Many a relationship has exploded during the age of social media and seeking out former flames on Facebook has been said to be one of the top causes of failed marriages and relationships.
While most ‘real’ relationships should be able to survive social media, there are many unions that falter and fail with or without the pressures of online scrutiny. That being said, it’s now easier to ‘launch’ your divorces proceedings through the popular social networking site.
Apparently if your spouse can’t be found in person, Facebook may be an alternate solution to serving divorce papers.
According to the NYDailyNews, a Brooklyn woman scored a judge’s approval to legally change her relationship status to “single” via Facebook.
In a landmark ruling, Manhattan Supreme Court Justice Matthew Cooper is allowing a nurse named Ellanora Baidoo to serve her elusive husband with divorce papers via a Facebook message.
Baidoo, 26, “is granted permission serve defendant with the divorce summons using a private message through Facebook,” with her lawyer messaging Victor Sena Blood-Dzraku through her account, Cooper wrote.
“This transmittal shall be repeated by plaintiff’s attorney to defendant once a week for three consecutive weeks or until acknowledged” by her hard-to-find hubby.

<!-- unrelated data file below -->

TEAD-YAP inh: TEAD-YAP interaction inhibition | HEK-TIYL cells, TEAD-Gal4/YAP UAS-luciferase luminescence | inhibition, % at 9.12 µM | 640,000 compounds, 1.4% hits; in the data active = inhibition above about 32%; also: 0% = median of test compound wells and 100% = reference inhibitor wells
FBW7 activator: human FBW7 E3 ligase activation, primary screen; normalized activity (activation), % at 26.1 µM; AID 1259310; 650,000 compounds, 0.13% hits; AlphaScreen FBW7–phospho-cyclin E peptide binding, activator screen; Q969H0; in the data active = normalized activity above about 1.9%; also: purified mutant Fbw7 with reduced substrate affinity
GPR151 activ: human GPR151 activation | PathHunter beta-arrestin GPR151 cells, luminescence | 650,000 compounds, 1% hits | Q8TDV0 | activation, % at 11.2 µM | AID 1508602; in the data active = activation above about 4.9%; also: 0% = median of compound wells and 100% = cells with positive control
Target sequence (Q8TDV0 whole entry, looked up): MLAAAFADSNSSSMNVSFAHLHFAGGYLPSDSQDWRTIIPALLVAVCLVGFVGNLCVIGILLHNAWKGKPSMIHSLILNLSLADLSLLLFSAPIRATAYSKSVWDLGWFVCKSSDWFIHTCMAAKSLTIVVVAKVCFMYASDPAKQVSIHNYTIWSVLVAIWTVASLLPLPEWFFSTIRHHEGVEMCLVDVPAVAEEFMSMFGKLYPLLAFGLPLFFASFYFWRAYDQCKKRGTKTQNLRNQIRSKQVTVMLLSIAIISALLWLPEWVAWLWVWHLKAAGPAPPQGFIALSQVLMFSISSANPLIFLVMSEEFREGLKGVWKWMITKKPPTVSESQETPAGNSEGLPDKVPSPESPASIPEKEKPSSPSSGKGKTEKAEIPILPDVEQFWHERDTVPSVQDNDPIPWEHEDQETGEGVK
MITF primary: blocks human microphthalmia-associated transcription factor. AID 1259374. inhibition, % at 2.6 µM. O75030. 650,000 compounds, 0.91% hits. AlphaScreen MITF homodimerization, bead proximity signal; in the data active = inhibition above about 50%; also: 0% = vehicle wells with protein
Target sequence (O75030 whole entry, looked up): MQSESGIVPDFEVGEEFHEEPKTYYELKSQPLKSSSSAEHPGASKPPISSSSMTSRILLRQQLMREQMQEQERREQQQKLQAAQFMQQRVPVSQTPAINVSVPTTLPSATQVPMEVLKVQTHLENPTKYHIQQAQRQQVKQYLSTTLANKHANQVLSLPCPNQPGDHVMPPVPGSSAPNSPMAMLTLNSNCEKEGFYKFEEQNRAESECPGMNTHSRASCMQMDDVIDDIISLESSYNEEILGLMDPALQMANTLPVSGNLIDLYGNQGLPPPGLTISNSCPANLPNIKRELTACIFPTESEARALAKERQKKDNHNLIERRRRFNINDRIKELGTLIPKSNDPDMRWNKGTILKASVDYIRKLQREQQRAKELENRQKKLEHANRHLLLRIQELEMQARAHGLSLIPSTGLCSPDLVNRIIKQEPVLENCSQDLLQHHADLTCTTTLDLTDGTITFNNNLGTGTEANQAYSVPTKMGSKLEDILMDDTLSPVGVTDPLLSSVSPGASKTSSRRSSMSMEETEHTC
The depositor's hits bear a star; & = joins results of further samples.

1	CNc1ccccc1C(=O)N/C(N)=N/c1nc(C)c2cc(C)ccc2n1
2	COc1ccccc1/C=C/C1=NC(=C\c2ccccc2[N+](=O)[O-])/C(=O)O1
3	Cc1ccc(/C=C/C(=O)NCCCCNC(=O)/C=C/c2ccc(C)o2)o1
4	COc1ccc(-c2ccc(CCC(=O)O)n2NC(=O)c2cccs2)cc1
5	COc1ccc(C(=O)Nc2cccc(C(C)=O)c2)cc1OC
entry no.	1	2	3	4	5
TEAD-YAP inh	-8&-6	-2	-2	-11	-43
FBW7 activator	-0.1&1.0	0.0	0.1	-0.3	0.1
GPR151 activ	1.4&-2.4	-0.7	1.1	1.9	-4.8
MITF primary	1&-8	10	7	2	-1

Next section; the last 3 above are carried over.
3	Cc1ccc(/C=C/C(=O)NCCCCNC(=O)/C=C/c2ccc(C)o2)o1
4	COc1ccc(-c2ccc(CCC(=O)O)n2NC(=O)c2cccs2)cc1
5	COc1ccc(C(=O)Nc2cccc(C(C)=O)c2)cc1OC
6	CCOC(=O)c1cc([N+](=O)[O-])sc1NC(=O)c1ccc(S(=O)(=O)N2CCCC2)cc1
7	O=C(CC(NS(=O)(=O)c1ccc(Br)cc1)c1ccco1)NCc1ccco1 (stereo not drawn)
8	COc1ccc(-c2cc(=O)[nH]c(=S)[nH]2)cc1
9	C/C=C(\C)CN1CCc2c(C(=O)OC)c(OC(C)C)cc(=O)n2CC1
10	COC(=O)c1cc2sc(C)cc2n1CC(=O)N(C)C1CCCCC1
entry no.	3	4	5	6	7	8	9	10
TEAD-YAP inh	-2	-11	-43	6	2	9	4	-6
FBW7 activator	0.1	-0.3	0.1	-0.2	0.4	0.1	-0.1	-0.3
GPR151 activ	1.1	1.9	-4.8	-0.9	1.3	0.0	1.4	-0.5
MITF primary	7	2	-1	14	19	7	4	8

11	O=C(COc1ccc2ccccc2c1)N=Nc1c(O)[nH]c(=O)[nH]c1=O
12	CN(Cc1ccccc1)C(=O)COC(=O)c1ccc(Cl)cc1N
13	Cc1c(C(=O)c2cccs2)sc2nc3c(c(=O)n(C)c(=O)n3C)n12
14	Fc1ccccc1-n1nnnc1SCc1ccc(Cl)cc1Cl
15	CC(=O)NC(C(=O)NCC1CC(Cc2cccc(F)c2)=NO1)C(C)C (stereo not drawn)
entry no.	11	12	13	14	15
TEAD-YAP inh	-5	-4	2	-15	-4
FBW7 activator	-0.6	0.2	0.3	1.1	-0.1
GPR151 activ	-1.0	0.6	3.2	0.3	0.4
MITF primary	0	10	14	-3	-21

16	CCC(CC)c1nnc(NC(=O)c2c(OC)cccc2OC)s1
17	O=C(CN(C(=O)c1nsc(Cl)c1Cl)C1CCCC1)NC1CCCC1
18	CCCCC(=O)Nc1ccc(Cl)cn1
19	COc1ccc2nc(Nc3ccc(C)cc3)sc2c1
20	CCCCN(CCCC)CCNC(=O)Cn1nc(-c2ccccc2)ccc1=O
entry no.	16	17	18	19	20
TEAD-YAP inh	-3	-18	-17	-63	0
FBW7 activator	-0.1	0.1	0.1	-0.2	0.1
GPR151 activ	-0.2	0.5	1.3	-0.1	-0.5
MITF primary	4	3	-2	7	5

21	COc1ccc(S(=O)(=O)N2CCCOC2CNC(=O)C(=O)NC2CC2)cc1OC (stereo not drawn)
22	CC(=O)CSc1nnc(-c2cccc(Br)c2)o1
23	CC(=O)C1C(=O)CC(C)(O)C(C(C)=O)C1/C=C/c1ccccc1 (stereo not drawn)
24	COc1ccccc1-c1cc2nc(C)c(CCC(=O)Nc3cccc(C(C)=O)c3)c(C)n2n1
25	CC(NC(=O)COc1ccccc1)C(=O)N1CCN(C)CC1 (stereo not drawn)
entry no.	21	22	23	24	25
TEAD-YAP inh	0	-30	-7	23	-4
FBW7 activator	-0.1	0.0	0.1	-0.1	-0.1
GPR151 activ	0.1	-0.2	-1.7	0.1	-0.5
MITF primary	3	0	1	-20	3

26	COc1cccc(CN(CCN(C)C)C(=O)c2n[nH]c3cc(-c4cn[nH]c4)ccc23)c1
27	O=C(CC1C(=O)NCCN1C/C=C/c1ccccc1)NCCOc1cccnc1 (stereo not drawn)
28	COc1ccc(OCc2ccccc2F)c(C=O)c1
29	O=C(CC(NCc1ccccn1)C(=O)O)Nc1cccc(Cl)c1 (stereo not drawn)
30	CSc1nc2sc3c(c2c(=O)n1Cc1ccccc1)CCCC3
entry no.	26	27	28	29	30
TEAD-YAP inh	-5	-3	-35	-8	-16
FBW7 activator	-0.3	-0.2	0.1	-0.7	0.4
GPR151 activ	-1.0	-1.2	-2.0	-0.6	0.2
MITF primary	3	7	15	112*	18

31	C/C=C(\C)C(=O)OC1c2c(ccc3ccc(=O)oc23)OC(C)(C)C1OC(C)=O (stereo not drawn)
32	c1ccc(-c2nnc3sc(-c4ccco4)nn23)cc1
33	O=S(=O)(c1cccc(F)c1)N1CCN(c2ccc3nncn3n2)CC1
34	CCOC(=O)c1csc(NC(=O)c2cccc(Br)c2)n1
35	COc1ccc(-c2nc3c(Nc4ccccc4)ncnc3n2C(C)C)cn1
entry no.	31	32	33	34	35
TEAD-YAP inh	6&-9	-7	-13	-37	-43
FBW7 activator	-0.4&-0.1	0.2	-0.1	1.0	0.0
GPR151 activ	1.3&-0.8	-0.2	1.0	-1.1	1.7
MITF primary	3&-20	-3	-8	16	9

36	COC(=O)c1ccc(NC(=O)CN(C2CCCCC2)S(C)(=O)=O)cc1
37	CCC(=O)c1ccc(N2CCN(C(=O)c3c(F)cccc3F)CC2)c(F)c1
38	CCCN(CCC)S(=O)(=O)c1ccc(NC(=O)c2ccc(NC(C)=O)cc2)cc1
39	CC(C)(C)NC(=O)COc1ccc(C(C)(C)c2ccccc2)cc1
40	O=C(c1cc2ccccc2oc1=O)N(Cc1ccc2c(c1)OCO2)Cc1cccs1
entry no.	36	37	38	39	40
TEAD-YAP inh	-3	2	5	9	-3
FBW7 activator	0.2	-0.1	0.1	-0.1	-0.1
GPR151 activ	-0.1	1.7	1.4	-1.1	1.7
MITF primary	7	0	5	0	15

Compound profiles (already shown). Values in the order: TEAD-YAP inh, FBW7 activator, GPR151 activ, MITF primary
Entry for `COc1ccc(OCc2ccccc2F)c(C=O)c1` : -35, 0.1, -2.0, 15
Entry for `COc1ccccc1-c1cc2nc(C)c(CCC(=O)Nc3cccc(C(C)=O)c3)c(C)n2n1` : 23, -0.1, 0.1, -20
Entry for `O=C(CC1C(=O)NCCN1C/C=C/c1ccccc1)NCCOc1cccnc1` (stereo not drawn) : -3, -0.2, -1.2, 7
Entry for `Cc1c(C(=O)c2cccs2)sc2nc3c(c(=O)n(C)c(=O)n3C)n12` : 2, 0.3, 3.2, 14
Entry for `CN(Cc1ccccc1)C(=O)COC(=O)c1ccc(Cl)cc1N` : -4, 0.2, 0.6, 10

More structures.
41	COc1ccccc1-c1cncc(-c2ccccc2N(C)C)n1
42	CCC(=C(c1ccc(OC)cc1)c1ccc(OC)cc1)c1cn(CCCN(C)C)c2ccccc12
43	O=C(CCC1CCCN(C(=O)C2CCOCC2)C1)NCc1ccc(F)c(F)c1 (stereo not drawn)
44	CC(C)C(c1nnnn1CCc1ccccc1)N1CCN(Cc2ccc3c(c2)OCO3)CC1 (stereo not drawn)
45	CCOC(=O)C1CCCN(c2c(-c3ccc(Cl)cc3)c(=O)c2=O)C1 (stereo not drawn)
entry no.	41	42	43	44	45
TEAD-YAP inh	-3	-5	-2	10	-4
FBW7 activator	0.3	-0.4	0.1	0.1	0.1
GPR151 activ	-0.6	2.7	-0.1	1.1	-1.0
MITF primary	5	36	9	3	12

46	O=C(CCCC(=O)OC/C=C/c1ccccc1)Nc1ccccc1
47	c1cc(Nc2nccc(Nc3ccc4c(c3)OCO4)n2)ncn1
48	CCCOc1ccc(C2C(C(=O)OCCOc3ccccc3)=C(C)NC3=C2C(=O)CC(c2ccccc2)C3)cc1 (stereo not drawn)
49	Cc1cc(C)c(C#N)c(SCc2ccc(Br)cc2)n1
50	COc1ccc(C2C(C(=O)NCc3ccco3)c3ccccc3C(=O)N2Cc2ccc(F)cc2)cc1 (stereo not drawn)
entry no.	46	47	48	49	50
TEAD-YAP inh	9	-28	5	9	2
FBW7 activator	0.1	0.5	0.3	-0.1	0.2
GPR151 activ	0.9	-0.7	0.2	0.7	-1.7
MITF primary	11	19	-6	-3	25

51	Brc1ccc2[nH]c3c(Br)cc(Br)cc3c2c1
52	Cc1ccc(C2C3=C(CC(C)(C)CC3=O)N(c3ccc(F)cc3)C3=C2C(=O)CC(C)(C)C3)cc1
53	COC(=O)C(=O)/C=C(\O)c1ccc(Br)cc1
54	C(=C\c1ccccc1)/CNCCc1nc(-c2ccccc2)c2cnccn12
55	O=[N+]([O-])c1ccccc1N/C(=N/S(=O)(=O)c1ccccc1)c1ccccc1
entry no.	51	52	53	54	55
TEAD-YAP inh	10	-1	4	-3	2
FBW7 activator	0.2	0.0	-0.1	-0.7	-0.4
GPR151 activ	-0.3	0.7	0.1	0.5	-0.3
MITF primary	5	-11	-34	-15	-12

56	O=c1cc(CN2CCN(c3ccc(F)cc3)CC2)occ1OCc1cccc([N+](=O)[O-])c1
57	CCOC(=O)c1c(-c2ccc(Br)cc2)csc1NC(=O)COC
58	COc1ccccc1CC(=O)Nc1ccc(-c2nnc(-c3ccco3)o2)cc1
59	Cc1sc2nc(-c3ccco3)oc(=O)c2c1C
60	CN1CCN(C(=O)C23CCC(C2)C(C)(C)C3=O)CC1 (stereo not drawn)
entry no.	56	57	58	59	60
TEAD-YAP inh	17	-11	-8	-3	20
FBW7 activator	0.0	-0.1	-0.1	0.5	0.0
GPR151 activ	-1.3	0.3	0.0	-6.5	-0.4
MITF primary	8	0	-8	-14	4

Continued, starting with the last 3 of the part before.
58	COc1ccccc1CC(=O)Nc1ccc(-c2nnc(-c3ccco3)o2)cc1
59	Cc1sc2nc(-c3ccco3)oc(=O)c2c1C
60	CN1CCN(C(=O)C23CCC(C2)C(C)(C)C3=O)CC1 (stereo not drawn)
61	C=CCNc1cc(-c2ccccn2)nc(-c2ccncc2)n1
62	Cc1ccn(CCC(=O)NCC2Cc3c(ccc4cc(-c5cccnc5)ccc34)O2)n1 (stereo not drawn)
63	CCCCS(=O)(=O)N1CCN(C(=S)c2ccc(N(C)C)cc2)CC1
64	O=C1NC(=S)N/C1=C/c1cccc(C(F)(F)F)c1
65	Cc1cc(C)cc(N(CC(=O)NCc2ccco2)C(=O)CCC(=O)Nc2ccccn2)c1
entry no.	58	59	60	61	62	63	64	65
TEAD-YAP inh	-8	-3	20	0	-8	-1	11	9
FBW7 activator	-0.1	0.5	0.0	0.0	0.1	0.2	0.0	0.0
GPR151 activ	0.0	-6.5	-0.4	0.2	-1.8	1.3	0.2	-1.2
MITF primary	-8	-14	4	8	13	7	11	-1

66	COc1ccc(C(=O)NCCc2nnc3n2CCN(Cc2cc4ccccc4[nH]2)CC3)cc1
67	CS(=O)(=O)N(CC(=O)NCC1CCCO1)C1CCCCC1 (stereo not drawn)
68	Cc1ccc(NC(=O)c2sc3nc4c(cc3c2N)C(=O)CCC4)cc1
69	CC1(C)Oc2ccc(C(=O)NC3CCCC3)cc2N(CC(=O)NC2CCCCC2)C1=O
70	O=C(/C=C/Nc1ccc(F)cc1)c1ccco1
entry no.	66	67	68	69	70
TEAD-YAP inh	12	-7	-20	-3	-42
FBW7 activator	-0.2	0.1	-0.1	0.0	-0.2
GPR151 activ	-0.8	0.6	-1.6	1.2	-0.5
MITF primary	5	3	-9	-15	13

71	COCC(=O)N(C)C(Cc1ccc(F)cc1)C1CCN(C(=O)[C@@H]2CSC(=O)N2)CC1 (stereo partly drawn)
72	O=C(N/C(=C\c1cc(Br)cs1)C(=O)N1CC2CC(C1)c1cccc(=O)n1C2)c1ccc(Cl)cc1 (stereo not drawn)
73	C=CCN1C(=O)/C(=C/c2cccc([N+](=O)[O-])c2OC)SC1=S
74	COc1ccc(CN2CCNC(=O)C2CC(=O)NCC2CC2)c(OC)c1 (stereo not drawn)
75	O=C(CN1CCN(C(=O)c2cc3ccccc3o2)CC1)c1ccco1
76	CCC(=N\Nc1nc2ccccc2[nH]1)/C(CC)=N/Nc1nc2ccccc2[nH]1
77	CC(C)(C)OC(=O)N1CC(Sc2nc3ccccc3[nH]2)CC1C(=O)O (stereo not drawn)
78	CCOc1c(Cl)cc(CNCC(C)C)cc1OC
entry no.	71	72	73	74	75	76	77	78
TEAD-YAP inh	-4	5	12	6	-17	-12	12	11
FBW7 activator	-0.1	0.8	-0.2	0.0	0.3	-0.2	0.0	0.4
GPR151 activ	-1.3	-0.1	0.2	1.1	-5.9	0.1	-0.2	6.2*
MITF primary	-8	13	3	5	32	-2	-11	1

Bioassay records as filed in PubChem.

“I think it’s new law, and it’s necessary,” said Baidoo’s lawyer, Andrew Spinnell.
Baidoo and Blood-Dzraku tied the knot in a civil ceremony back in 2009, but the relationship crumbled when Blood-Dzraku reneged on his promise to have a traditional Ghanaian wedding ceremony as well. Both are from Ghana.
As a result, the wedding was never consummated and the husband and wife never lived together, the lawyer said — but Blood-Dzraku apparently still doesn’t want a divorce. He has kept in touch with his wife by phone and Facebook… but that’s it, legal documents claim.
The “last address plaintiff has for defendant is an apartment that he vacated in 2011,” Cooper said. Baidoo “has spoken with defendant by telephone on occasion and he has told her that he has no fixed address and no place of employment. He has also refused to make himself available to be served with divorce papers.”
The “post office has no forwarding address for him, there is no billing address linked to his prepaid cell phone, and the Department of Motor Vehicles has no record of him,” the ruling says.
“We tried everything, including hiring a private detective — and nothing,” Spinnell said.
Due to the husband’s elusiveness, a judge ruled that he could be notified of the divorce proceedings via Facebook.
The first Facebook message went out to the husband last week. “So far, he hasn’t responded,” Spinnell said.